We should be grateful to God for having made us members of the Catholic Church, in which there are so many helps to salvation not only during life, but especially at the last hour, enabling us to die in His grace and friendship with the firm hope of sharing His own happiness in heaven for all eternity.

    Spiritual Care of the Sick

    It is in our power to practice charity toward the sick in two ways--by attending to their bodily wants and by assisting them in their spiritual wants. Our divine Saviour will at the last judgment declare worthy of heavenly reward those who, for His sake, performed corporal works of mercy toward the needy, among whom He makes special mention of the sick, because He considers these works as done to Himself, saying: "Amen, I say to you, as long as you did it to one of these my least brethren, you did it to me" (Matt. xxv. 40). The Church grants an indulgence of forty days to those who, through motives of charity, visit the sick. How many religious Orders and congregations devote themselves to works of corporal mercy, and care for almost every ill to which mankind is subject, and practice therein the most heroic virtue, and are therefore a subject of wonder and admiration to even the enemies of our holy religion! While performing the corporal works of mercy, they profit by every opportunity to minister to the spiritual wants of the sick. And for many careless Catholics and great sinners even, hardened in crime, they are the means of converting and of helping to die a holy death, and how many non-Catholics do they not bring to the true fold, thus assisting them in securing their salvation! Thus, with God's help, they are instrumental in saving multitudes of persons, who, but for them, would be eternally lost! The ministering to the spiritual wants of the sick is as far more noble and more important than attending to their bodily wants, as the soul and eternity are above the corruptible body and this material and transitory world. What treasures of merit may we not lay up for ourselves in heaven if, when there is occasion, we care for the spiritual wants of the sick in our family, of those under our charge, without neglecting to minister to their bodily wants.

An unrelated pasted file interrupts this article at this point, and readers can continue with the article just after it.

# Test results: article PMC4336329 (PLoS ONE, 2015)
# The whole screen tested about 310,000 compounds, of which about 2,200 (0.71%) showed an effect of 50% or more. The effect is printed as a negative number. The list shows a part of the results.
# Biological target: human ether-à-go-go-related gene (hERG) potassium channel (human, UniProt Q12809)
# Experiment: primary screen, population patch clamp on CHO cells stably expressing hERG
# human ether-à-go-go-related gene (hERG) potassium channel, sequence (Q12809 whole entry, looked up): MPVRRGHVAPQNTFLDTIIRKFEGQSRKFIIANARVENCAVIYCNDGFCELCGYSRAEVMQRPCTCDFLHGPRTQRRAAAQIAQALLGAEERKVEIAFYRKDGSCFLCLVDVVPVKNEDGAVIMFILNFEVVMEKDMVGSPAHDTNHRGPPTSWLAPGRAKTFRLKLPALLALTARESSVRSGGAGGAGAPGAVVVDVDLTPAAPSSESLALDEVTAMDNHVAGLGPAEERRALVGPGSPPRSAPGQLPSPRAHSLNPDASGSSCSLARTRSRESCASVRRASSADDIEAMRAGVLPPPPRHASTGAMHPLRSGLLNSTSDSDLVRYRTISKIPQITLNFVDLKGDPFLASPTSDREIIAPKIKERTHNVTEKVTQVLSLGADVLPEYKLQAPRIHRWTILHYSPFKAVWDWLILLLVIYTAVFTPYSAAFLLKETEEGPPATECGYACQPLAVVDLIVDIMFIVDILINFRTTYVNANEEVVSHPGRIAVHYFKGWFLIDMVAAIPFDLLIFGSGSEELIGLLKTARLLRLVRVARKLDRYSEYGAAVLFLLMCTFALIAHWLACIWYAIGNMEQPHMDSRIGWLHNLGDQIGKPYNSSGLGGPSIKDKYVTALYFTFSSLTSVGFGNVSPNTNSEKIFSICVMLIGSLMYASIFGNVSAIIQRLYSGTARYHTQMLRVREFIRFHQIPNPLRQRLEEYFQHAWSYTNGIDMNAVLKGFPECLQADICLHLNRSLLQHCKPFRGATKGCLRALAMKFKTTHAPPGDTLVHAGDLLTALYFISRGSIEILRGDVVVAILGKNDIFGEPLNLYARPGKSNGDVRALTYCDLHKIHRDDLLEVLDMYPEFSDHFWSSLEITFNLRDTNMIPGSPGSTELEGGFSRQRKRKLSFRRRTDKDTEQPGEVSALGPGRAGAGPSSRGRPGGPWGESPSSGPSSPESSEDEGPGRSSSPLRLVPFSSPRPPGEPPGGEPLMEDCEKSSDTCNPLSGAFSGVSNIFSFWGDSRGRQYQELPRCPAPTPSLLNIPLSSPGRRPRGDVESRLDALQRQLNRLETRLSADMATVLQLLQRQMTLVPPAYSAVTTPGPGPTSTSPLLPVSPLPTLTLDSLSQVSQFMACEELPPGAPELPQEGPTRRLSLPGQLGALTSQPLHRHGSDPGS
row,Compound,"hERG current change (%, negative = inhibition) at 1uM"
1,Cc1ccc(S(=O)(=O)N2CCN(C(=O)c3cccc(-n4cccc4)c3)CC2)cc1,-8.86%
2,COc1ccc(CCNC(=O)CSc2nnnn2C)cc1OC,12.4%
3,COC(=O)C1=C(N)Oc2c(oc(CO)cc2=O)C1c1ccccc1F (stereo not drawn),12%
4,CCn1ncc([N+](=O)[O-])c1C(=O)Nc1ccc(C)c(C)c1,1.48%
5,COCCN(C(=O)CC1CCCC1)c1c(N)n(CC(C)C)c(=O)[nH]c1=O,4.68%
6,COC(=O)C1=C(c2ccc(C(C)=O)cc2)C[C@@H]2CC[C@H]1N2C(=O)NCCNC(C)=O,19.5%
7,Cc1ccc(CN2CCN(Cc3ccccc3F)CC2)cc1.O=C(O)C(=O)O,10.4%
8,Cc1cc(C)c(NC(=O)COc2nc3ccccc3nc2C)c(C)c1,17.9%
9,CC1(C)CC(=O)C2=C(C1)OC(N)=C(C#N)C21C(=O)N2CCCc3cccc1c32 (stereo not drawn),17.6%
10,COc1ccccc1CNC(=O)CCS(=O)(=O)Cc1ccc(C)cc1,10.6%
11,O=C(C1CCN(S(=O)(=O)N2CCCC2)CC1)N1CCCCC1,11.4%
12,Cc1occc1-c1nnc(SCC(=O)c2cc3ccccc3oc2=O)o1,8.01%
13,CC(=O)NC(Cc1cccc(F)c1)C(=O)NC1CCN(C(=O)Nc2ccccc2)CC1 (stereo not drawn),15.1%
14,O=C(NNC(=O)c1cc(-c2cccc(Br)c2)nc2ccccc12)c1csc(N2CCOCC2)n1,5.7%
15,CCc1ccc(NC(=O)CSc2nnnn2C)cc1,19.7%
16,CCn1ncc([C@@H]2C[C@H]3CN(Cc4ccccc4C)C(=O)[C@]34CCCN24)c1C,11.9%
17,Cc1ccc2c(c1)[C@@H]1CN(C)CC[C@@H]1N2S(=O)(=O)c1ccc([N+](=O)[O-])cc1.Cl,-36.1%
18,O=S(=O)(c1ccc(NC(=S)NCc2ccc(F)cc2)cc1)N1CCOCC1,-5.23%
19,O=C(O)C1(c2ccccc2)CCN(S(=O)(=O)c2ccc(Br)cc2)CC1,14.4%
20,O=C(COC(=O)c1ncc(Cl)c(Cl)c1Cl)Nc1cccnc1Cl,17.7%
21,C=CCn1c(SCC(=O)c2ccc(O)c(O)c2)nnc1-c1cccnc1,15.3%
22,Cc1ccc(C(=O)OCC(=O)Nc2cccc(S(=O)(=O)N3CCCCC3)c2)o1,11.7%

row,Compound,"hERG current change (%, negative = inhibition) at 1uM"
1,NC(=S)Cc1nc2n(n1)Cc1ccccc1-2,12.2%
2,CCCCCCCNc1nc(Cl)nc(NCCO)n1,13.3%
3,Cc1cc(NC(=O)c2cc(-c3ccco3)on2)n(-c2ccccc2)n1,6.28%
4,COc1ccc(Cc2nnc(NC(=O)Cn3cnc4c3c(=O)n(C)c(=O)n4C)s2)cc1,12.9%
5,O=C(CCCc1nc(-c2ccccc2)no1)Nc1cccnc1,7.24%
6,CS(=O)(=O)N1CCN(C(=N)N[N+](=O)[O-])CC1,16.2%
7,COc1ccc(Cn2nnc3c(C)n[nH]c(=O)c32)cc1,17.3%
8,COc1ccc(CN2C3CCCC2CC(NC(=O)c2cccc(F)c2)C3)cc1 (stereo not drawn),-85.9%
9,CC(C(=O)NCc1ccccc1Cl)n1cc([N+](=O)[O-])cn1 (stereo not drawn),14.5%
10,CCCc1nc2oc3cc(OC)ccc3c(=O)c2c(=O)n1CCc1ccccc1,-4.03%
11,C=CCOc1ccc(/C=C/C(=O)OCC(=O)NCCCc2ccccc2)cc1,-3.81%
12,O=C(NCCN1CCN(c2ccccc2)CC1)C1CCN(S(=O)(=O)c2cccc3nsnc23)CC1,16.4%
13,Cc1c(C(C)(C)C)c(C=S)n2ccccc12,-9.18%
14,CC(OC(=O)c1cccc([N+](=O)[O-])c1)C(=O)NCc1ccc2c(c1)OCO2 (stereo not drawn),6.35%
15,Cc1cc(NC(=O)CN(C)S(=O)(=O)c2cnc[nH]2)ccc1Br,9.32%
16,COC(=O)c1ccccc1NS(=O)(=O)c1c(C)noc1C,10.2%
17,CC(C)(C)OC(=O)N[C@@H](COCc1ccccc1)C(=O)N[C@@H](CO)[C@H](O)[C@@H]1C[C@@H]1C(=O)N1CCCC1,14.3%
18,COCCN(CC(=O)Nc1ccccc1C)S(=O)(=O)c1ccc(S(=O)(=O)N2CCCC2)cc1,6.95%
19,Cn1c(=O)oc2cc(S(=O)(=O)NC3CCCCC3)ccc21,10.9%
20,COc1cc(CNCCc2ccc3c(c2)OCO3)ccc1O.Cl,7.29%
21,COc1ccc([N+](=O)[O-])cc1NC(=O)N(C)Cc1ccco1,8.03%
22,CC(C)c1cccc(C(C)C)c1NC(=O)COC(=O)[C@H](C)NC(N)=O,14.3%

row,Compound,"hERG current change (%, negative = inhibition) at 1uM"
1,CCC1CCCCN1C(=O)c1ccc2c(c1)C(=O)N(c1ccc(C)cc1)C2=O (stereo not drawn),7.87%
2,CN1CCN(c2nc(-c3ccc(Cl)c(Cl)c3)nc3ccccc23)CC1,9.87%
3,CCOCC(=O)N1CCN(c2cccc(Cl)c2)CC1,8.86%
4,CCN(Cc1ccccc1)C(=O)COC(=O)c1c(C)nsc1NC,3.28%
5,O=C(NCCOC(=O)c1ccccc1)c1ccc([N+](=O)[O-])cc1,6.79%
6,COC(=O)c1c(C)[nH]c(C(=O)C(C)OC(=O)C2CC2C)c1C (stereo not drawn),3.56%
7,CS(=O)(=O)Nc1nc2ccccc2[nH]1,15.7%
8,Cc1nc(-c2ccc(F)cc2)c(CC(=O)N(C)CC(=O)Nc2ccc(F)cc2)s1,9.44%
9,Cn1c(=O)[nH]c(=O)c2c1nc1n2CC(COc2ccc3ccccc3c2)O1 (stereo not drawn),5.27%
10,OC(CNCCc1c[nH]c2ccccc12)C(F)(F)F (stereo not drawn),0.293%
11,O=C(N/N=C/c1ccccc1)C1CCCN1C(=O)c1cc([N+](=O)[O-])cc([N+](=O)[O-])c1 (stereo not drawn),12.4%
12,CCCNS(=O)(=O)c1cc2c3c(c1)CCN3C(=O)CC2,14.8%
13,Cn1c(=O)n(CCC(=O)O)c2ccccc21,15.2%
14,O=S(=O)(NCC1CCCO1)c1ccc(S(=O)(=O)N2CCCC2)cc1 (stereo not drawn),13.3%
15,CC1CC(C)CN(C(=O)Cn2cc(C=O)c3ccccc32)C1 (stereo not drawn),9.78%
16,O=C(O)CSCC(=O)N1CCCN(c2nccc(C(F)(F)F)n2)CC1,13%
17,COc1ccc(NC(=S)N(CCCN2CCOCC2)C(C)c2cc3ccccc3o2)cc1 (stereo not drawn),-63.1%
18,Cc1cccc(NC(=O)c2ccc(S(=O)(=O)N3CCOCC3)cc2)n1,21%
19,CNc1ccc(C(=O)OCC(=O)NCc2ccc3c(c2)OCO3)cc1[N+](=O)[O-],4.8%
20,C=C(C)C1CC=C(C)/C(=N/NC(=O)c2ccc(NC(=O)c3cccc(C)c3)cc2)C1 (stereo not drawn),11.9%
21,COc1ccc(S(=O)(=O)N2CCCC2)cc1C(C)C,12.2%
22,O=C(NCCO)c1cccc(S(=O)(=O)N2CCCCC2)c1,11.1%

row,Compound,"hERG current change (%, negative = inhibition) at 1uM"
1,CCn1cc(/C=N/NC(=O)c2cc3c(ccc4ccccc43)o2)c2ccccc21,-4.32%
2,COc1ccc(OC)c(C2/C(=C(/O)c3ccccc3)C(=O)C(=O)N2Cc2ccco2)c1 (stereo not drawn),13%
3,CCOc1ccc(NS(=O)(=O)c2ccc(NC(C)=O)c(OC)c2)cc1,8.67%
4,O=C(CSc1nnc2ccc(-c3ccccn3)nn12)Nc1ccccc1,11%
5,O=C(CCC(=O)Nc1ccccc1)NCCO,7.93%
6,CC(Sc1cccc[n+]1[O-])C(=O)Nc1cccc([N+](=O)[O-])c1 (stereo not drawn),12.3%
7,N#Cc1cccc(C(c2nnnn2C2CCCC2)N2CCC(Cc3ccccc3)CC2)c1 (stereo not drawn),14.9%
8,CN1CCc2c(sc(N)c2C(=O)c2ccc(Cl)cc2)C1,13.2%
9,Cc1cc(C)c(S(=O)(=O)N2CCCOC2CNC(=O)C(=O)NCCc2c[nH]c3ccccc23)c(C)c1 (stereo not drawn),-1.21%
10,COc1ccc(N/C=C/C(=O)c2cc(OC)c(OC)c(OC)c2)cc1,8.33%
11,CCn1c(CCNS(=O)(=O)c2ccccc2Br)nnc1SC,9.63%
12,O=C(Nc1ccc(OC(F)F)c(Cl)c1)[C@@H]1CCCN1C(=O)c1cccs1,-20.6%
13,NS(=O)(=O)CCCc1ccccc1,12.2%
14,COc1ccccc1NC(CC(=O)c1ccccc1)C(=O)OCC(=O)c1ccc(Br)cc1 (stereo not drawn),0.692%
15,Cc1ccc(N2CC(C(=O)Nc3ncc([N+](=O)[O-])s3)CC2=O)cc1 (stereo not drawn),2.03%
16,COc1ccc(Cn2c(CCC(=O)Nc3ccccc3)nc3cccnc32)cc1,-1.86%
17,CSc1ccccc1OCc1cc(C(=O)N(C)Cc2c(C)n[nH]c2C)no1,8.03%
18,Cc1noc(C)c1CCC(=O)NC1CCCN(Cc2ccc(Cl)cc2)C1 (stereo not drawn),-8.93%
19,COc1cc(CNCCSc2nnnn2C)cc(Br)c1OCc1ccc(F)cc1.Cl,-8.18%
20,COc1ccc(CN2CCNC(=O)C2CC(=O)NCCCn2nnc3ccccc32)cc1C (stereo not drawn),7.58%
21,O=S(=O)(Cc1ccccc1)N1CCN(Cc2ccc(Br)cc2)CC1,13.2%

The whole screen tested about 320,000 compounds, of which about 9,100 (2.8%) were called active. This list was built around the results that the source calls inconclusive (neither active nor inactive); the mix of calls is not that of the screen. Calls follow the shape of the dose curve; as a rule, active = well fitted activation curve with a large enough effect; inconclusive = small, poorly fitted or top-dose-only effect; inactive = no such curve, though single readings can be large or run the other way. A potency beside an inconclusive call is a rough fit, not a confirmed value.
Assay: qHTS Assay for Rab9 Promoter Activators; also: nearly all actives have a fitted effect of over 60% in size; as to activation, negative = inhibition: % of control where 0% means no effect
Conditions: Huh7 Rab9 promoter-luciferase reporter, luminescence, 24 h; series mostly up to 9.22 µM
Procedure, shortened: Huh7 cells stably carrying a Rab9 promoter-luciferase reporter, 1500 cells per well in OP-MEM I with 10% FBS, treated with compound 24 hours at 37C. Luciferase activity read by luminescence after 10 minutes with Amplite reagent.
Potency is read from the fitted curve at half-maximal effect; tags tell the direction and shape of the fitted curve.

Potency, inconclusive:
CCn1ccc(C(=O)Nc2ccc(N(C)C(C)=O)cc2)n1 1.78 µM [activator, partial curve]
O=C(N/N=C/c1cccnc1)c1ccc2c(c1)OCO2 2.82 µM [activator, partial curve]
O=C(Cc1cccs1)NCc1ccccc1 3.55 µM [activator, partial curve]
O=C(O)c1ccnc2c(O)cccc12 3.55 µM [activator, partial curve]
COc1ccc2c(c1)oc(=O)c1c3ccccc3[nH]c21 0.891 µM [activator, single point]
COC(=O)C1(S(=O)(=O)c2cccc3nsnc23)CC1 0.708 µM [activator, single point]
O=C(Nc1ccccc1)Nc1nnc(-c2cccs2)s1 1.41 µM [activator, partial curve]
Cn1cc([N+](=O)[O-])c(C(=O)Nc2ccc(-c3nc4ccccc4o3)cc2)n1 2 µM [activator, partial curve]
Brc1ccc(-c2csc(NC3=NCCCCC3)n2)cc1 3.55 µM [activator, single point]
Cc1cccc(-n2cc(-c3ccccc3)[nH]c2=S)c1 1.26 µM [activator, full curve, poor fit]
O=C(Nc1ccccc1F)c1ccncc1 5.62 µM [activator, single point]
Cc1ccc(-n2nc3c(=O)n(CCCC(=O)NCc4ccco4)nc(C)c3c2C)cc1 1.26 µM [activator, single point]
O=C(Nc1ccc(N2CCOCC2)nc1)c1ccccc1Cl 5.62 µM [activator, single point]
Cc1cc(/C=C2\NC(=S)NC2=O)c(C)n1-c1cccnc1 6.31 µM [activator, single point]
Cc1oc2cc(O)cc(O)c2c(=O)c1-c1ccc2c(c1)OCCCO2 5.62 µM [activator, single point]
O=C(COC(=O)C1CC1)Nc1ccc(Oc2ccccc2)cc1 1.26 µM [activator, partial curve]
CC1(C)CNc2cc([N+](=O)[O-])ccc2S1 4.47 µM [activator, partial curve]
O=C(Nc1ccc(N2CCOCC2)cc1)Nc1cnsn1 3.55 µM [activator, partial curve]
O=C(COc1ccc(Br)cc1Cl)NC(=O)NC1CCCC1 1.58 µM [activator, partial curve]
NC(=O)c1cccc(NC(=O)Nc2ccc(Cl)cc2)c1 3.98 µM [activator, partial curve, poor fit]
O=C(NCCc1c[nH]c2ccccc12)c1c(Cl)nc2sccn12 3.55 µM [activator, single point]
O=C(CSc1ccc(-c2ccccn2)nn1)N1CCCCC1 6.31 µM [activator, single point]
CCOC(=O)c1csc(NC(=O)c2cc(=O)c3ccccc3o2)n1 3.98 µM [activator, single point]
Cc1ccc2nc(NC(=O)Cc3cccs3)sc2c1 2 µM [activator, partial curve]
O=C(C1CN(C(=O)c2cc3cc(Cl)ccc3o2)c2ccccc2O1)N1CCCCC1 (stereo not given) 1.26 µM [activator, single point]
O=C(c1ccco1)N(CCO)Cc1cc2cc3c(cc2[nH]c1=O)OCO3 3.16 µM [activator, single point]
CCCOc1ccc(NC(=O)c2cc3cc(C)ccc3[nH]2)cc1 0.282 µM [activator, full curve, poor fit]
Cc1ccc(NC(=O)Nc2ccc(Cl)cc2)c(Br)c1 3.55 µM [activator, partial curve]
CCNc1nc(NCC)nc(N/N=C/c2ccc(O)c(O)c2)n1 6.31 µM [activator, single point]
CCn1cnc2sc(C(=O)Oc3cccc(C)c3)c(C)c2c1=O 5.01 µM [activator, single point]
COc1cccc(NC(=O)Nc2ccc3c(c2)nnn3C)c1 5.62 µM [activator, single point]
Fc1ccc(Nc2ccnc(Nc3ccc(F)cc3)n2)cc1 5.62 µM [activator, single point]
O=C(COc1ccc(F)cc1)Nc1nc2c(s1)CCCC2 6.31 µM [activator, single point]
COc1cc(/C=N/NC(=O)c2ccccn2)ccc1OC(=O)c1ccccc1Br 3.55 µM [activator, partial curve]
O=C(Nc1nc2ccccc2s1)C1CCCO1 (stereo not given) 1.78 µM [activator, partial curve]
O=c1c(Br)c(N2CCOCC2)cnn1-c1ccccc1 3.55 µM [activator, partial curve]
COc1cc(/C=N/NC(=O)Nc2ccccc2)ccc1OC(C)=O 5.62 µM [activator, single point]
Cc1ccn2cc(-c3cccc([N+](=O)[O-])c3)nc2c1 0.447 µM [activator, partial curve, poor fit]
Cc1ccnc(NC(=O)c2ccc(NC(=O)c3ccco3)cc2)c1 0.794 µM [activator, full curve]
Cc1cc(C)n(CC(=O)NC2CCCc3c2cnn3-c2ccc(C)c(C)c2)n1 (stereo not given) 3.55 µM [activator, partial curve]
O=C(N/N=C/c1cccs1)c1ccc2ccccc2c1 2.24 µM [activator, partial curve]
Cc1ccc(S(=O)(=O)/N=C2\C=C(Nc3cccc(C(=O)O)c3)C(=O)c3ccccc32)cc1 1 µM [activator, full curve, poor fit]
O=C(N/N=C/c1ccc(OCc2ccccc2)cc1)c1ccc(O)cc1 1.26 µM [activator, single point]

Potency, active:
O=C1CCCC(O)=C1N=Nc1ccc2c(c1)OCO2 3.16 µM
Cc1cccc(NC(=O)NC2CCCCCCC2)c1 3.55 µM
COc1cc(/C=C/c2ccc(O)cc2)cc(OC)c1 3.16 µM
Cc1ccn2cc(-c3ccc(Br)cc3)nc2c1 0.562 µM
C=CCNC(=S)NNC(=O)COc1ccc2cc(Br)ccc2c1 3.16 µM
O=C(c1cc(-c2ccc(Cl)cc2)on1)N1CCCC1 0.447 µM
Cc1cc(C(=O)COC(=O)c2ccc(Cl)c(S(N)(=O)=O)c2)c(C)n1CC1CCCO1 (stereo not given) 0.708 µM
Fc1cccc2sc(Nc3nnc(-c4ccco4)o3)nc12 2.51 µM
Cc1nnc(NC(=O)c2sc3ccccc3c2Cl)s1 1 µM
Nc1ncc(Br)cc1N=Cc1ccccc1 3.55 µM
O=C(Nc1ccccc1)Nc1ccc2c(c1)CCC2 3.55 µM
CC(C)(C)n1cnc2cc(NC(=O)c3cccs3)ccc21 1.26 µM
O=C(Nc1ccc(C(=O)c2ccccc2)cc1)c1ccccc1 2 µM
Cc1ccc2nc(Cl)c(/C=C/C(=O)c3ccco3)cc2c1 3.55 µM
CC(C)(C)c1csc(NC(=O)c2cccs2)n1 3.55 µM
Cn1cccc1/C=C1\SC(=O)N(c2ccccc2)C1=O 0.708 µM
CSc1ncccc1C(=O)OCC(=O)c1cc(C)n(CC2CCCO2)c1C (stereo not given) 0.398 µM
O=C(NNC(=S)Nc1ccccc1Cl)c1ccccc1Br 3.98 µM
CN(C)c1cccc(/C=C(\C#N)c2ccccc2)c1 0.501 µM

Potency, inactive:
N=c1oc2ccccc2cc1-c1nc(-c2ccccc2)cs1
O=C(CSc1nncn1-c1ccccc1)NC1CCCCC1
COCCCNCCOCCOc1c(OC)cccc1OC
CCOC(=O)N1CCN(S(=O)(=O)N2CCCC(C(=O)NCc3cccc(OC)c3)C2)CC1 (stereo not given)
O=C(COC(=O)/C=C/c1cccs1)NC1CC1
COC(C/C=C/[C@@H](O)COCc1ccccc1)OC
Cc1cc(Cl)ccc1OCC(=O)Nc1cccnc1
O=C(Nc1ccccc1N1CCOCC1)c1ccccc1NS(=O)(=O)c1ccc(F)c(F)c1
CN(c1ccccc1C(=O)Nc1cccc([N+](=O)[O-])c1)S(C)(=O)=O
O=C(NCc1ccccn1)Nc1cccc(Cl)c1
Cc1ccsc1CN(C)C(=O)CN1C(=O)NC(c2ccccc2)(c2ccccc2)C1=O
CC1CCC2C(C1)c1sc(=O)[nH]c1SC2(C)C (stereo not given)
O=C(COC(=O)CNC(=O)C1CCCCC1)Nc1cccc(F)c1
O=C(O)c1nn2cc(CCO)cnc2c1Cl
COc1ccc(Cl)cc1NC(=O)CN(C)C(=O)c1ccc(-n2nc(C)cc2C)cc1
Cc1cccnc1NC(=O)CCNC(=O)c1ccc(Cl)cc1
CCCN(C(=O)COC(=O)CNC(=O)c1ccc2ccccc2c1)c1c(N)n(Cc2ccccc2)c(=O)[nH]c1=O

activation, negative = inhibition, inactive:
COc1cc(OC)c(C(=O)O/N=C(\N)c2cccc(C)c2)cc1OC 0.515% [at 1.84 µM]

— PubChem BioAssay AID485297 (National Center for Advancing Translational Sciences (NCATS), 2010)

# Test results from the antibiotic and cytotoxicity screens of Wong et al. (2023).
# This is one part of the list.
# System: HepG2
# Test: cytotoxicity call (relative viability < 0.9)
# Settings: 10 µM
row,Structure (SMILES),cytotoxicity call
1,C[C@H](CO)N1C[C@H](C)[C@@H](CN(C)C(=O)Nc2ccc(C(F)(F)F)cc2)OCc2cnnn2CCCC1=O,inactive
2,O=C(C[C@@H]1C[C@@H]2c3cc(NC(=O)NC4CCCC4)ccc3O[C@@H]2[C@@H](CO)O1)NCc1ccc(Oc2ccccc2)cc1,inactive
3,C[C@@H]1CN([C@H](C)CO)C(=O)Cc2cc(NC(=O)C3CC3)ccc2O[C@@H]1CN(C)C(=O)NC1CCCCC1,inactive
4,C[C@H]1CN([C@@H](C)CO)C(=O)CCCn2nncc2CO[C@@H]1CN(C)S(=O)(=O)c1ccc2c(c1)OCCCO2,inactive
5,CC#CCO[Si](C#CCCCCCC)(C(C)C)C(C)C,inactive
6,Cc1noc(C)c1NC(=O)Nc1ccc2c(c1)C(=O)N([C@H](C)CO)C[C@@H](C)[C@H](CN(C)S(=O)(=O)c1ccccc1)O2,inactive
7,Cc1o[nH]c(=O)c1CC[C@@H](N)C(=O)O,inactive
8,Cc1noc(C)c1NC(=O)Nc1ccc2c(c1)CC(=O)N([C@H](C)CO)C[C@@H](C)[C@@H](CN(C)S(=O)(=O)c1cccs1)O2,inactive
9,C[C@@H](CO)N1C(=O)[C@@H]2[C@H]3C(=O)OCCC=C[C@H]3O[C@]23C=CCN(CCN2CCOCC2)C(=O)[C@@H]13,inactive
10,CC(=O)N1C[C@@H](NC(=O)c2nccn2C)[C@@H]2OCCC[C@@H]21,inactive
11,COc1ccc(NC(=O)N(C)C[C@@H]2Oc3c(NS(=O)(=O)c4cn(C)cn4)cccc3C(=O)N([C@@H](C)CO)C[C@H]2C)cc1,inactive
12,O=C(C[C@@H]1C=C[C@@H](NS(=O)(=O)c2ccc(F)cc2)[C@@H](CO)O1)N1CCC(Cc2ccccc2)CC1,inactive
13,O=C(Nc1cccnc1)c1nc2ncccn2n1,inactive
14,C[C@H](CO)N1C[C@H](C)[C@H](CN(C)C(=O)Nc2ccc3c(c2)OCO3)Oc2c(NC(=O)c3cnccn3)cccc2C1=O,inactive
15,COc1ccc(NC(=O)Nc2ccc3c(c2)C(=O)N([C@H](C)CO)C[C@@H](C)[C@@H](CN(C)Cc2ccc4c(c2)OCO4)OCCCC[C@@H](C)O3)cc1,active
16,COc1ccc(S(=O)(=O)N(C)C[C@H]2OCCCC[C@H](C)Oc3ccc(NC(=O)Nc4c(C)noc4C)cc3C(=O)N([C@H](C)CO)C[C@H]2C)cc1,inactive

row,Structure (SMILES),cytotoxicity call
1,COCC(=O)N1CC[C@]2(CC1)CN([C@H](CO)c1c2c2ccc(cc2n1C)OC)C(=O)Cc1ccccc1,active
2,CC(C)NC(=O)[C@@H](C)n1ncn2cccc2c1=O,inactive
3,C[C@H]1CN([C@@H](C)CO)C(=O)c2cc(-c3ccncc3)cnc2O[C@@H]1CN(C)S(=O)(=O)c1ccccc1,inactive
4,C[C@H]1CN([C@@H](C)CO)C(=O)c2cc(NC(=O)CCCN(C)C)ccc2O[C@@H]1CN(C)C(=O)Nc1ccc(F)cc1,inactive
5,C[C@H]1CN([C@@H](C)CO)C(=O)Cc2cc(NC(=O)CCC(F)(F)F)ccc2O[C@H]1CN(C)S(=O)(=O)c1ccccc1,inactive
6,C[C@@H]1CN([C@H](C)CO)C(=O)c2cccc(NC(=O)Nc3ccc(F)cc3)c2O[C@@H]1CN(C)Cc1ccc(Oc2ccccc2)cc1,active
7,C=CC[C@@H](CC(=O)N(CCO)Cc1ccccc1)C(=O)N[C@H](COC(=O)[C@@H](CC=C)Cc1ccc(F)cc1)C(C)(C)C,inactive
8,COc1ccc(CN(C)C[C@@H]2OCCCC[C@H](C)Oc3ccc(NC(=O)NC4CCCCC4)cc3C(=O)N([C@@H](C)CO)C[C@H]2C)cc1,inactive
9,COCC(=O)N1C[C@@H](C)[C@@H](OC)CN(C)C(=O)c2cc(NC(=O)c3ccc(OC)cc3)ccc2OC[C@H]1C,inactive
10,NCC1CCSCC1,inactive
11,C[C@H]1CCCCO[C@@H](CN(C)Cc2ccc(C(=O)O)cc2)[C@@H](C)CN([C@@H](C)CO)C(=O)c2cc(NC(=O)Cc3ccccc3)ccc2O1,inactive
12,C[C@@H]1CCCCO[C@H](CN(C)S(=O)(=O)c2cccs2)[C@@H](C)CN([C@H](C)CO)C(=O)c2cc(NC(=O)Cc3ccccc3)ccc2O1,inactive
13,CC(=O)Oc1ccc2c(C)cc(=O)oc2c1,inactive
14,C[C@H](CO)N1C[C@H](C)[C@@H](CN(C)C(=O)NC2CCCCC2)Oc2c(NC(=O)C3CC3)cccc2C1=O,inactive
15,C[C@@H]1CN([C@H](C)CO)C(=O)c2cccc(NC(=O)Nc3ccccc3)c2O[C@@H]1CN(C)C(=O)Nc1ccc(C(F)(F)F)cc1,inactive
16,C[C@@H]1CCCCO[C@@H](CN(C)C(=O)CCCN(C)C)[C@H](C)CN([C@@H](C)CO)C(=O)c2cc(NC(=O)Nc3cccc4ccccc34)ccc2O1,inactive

Sickness, the usual forerunner of death, came into the world as a punishment of sin, and should be accepted as such. Although it is, in this sense, a punishment, yet, under another aspect it may be a real blessing productive of many benefits. How many, who for years lived far from God, slaves to sinful habits, in total disregard of their salvation, and who would otherwise never repent or amend their life and thus die miserably in their sins, are thoroughly converted on a bed of sickness, which brings them back to their senses and to God, and rescues them from eternal perdition! If we thus look upon sickness and sufferings in the light of faith, we shall clearly see that they are not real evils, but real blessings of God's goodness and mercy.

    Removal of Spiritual Dangers